When brick-and-mortar businesses have a surplus of inventory, they have a few options. Hosting a sale with a temporary discount on the overstocked items isn’t effective without a promotional platform, but email blasts don’t work for businesses with very small subscriber lists and direct mail typically costs more upfront than most SMBs are able to spend. For local merchants, deal-posting sites that use hyperlocal technology to target nearby consumers in real-time are becoming a popular solution.
Although the weaknesses of daily deal sites have been well documented, these types of platforms are still effective in certain situations, like when a merchant is looking to quickly unload a surplus of inventory—whether that’s because the produce will spoil, the garment will go out of style, or there’s just not enough room in the backroom for storage.
Here are five examples of platforms that small businesses can use to unload overstocked items.
1. DealTapp: Quickly post deals that expire in minutes
DealTapp offers a way for restaurants, bars, and entertainment venues to quickly post deals that customers can redeem on their smartphones. Businesses take pictures of the items they wish to discount—for example, a pizza or a specialty cocktail—type a description of the deal, and then post on the DealTapp network. Deals can be setup to expire in minutes, days, or months. Customers can “claim” the offers and cash them in on their next visits. If there’s a price to pay, customers pay via tokens purchased in the app. DealTapp is currently available in Seattle, however it may expand to other areas in the future. DealTapp doesn’t charge fees or commissions.
2. Facebook Offers: Limited-time offers meant to be shared
Even if a merchant doesn’t have a substantial following on social media, Facebook’s offers can be an effective way to get people talking about limited-time deals. Merchants in any vertical can create offers from their Facebook pages. Offers can be setup to be redeemed in-store, online, or both, and they can be created with “claims limits” based on the amount of overstock the business has available. When customers claim merchants’ offers, Facebook can share that information with their friends as a story in their news feeds, which expands merchants’ networks and gets more people talking about the discounts being promoted. Businesses can create offers for free.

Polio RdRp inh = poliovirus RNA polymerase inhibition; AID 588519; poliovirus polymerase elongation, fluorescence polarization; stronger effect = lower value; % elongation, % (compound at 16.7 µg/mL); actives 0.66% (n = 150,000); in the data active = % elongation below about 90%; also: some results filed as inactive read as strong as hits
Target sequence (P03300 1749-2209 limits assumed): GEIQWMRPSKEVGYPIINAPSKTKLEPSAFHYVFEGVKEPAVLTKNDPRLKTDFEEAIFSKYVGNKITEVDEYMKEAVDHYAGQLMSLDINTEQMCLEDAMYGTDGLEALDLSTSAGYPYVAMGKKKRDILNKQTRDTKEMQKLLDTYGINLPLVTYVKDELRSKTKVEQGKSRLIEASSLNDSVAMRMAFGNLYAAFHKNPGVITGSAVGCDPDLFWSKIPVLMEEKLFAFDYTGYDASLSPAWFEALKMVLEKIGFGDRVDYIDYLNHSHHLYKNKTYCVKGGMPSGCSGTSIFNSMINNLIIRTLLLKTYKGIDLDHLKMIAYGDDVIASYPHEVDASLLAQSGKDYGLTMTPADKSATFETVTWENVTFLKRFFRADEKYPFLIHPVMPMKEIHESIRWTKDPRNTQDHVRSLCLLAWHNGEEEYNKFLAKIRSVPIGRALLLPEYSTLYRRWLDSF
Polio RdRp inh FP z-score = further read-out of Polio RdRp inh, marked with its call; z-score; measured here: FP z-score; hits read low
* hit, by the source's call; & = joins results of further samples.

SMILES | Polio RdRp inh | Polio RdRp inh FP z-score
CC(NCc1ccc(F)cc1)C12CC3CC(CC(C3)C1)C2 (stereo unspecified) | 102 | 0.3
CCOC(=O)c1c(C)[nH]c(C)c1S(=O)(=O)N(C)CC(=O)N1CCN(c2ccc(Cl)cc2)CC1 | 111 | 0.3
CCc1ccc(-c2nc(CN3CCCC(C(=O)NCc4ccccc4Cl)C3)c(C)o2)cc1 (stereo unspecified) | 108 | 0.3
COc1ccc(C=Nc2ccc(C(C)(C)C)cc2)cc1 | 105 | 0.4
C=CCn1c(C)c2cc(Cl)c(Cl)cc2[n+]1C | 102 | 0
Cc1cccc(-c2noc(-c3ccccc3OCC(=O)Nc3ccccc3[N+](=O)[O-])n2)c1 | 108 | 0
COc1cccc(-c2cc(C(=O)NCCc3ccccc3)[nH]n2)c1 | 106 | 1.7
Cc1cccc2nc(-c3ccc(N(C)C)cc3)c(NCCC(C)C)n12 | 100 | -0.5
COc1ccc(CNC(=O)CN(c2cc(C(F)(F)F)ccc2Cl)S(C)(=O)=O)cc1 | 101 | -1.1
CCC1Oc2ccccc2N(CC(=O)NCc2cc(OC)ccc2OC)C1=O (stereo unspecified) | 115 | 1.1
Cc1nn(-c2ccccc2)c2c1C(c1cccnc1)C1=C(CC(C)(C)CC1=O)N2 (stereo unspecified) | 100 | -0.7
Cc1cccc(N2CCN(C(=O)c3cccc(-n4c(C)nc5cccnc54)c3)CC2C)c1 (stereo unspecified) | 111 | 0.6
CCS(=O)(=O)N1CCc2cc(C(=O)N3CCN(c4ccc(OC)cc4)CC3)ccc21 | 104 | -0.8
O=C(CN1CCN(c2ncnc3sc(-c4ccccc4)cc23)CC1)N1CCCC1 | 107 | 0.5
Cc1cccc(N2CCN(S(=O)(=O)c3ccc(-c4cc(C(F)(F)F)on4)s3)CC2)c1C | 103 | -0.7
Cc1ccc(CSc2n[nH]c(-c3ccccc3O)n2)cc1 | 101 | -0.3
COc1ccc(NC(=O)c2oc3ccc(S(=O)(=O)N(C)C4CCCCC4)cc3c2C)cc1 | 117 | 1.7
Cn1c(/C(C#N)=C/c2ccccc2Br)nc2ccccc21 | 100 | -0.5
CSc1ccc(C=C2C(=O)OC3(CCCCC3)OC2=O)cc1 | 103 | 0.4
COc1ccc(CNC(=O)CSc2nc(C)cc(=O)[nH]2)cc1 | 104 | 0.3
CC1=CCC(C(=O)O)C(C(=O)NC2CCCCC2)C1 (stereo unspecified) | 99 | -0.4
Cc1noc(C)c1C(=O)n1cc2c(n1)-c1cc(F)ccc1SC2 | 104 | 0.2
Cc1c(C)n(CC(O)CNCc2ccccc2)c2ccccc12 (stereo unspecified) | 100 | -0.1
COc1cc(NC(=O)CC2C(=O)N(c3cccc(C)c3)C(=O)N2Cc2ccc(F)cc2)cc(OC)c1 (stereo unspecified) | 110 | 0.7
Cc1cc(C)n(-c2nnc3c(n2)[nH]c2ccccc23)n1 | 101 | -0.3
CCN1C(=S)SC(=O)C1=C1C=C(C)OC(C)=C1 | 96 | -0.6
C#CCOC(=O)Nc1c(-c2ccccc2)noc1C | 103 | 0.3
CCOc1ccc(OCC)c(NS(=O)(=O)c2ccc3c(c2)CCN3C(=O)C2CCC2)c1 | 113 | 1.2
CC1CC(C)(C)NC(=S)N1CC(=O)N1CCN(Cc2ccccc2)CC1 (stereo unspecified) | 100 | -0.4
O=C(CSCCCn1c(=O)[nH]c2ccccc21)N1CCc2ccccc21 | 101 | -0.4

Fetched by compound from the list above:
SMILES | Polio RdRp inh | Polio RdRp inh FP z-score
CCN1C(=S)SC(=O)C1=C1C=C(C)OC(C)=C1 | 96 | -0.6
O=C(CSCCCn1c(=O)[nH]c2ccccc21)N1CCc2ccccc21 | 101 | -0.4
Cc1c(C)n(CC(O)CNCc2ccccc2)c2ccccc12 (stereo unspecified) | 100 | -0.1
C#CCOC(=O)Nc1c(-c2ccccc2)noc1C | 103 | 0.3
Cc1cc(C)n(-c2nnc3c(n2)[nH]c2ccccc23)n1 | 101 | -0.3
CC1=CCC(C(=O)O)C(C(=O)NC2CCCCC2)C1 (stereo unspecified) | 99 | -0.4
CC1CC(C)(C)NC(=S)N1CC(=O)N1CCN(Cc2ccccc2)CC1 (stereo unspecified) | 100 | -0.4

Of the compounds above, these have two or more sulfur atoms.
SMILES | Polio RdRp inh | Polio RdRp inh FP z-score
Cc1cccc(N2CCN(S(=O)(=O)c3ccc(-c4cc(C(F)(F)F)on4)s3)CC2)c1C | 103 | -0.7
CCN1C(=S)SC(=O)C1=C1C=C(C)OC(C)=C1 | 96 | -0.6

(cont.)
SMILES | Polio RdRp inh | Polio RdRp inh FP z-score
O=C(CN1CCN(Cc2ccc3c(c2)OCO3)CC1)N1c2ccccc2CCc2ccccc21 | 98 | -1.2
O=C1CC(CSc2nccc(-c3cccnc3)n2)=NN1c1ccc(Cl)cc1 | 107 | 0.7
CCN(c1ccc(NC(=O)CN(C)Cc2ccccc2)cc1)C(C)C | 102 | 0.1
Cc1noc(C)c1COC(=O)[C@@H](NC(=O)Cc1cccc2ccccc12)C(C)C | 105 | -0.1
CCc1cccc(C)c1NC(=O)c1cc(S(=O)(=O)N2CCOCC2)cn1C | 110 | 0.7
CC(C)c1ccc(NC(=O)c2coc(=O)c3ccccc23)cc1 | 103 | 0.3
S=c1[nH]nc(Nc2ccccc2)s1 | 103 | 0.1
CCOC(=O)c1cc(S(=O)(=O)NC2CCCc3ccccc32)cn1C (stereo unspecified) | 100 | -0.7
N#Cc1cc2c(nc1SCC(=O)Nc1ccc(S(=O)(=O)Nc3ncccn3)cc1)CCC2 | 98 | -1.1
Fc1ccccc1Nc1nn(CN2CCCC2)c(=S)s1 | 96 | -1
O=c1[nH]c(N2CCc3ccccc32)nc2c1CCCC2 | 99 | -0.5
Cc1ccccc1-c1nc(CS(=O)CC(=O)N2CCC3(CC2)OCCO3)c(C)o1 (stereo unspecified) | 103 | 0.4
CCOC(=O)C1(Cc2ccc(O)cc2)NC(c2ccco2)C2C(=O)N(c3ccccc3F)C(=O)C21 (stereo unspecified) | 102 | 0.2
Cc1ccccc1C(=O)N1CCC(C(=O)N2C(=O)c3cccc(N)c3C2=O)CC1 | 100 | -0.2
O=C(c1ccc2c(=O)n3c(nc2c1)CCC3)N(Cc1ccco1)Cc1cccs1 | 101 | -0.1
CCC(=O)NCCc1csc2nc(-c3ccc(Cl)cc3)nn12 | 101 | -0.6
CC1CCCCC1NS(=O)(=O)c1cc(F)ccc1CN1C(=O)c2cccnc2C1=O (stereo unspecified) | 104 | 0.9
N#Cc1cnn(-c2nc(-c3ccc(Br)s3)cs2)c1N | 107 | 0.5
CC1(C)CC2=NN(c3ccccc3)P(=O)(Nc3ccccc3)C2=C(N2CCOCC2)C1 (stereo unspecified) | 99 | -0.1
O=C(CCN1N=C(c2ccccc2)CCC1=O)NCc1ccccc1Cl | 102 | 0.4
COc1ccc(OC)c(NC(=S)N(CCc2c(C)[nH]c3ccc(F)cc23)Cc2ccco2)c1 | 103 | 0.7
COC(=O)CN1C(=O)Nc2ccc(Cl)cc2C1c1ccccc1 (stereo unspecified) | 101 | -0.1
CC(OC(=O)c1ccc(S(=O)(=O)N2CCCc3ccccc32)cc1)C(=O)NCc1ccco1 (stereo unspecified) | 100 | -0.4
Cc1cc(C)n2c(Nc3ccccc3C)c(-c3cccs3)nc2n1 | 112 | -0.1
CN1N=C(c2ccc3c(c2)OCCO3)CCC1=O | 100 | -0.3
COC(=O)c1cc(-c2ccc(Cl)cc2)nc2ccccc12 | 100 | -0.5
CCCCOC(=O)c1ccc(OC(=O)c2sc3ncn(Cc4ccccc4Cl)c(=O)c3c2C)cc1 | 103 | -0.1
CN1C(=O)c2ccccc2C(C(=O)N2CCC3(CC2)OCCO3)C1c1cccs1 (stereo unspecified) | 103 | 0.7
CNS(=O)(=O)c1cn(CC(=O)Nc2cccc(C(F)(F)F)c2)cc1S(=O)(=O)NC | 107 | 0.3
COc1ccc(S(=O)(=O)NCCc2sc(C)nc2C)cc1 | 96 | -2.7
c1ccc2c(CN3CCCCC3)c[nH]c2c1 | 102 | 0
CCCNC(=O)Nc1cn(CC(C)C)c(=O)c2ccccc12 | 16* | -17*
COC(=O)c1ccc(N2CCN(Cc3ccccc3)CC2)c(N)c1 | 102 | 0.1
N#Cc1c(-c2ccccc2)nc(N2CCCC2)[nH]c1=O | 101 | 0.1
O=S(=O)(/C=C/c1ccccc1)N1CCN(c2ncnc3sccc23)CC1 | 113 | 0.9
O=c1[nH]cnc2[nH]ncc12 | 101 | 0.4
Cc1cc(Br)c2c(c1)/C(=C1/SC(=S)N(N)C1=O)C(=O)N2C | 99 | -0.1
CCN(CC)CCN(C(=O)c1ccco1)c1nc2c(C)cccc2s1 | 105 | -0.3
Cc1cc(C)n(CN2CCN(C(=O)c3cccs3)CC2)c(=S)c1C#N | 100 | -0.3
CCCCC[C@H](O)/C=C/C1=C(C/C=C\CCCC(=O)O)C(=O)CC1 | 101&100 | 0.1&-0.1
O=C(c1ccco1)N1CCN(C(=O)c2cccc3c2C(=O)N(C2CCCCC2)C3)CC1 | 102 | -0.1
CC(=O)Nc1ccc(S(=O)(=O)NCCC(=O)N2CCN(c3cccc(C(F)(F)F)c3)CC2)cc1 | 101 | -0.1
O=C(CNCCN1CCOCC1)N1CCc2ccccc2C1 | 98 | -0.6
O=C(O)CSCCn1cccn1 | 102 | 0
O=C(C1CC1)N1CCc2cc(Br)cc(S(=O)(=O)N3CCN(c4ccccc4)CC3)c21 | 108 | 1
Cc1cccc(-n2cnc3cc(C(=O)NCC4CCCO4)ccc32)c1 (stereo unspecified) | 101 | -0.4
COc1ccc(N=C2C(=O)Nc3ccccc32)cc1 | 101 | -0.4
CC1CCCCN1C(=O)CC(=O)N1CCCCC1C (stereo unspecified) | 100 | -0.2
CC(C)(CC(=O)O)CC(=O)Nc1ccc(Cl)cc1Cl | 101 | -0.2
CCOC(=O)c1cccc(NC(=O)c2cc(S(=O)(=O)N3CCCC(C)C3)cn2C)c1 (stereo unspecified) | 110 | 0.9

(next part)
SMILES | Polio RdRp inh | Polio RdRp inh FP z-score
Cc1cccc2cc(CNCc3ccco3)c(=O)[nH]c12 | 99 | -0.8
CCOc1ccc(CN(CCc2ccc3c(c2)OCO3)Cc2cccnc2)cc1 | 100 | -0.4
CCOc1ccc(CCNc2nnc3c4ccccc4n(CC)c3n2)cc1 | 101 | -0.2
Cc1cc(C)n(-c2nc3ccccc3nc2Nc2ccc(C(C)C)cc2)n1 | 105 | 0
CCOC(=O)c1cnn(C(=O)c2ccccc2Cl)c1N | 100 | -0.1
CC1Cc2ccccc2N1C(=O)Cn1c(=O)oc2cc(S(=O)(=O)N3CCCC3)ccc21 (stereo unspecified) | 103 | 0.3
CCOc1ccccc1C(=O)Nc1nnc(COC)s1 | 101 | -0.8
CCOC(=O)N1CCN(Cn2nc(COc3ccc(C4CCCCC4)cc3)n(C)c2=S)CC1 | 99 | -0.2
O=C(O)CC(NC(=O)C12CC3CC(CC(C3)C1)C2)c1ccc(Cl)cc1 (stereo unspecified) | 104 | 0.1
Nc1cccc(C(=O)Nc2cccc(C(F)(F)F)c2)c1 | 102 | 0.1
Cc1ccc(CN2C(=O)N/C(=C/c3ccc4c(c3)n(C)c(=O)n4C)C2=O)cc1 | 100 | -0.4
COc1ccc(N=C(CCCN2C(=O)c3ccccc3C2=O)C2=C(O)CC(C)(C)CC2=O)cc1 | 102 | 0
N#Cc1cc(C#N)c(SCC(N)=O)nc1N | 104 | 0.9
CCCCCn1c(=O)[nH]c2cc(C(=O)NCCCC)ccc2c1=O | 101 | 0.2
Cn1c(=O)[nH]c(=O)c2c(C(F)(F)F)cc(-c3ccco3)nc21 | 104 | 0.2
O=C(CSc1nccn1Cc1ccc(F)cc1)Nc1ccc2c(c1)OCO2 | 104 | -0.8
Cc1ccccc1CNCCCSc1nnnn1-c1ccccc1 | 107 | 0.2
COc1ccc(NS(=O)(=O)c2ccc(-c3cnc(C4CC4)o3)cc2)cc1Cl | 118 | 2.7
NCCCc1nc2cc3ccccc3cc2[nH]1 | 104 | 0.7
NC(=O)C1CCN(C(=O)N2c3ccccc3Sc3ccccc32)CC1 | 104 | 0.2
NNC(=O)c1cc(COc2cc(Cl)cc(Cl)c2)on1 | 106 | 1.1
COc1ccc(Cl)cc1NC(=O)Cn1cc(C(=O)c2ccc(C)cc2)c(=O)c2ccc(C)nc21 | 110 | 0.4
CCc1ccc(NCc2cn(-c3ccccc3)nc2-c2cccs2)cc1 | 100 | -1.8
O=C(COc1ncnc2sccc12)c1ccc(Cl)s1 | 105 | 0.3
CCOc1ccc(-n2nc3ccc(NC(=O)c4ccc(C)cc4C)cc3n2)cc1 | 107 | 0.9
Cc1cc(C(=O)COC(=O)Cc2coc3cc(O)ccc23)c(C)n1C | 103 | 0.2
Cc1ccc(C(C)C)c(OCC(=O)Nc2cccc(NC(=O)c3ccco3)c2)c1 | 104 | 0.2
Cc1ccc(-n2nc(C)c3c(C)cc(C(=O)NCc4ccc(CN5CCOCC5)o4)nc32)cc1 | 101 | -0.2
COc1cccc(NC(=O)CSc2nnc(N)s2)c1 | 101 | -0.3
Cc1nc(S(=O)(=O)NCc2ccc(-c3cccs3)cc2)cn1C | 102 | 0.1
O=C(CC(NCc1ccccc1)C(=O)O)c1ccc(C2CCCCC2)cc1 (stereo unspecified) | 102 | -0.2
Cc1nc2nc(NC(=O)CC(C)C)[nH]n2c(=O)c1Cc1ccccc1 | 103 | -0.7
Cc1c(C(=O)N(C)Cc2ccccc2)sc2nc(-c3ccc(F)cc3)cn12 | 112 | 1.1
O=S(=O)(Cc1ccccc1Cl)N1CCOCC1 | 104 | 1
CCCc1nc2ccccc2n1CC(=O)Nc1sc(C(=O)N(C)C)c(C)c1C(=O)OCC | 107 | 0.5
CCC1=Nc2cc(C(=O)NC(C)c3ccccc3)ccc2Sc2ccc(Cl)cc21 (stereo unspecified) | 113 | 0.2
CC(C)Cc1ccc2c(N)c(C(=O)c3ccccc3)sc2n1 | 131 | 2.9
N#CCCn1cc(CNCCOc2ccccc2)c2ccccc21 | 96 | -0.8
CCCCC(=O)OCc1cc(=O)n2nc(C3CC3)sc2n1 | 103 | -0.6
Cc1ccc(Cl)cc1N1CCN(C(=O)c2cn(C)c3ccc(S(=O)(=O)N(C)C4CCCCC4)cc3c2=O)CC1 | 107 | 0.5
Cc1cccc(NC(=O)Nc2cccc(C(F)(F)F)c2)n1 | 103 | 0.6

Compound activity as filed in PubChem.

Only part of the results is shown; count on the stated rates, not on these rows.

3. Groupon: Professional marketing with no upfront costs
In its heyday, Groupon was the go-to platform for limited-time deals. While its size and influence have shrunk, Groupon is still a viable solution for businesses looking to promote certain items to a wide group of potential customers. The company says it has 50 million active customers and 80% of its campaigns are immediately profitable. Merchants can use Groupon’s Deal Builder or work with experienced sales reps to create the types of offers that customers are likely to respond to. Merchants are provided with optional marketing tools like online booking services, as well. Deals are promoted through Groupon’s local media channels, including social, mobile, and email. Merchants typically pay Groupon a percentage of each coupon purchased through the site.
4. Salereporter: Streamlined coupon distribution
Whether a business has too many empty tables or too much unused produce, a surplus of inventory can make financial viability all but impossible. Salereporter is a real-time deal platform that saves merchants money by eliminating the need for coupons to be printed or distributed by mail. It takes advantage of foot traffic by automatically notifying users of the Salereporter mobile app when they’re nearby a merchant with a limited-time deal. The app sends notifications based on consumers’ real-time locations, so for example, a shopper receives an alert if she walks by a store that’s offers 50%-off sweaters for the next 60 minutes. Cashiers scan a QR code, and the discount is taken at the register.
5. LivingSocial: Reaching high-quality clientele via mobile channels
Another survivor of the daily deal boom, LivingSocial has shifted its focus in recent years. The company helps local merchants reach “high-quality clientele” through a variety of advertising solutions. Merchants wanting to unload a particular item can work with a “sales specialist” to come up with the details of their offers. In addition to generating distinct marketing copy, LivingSocial’s team will also build a promotional page and the company will train a merchant’s staff on how to prepare for the new influx of business. Promotions are showcased on LivingSocial’s channels, and merchants pay based on the number of vouchers purchased through the platform.
Know of other platforms that SMBs can use to quickly unload overstocked items? Leave a description in the comments.
Stephanie Miles is a senior editor at Street Fight.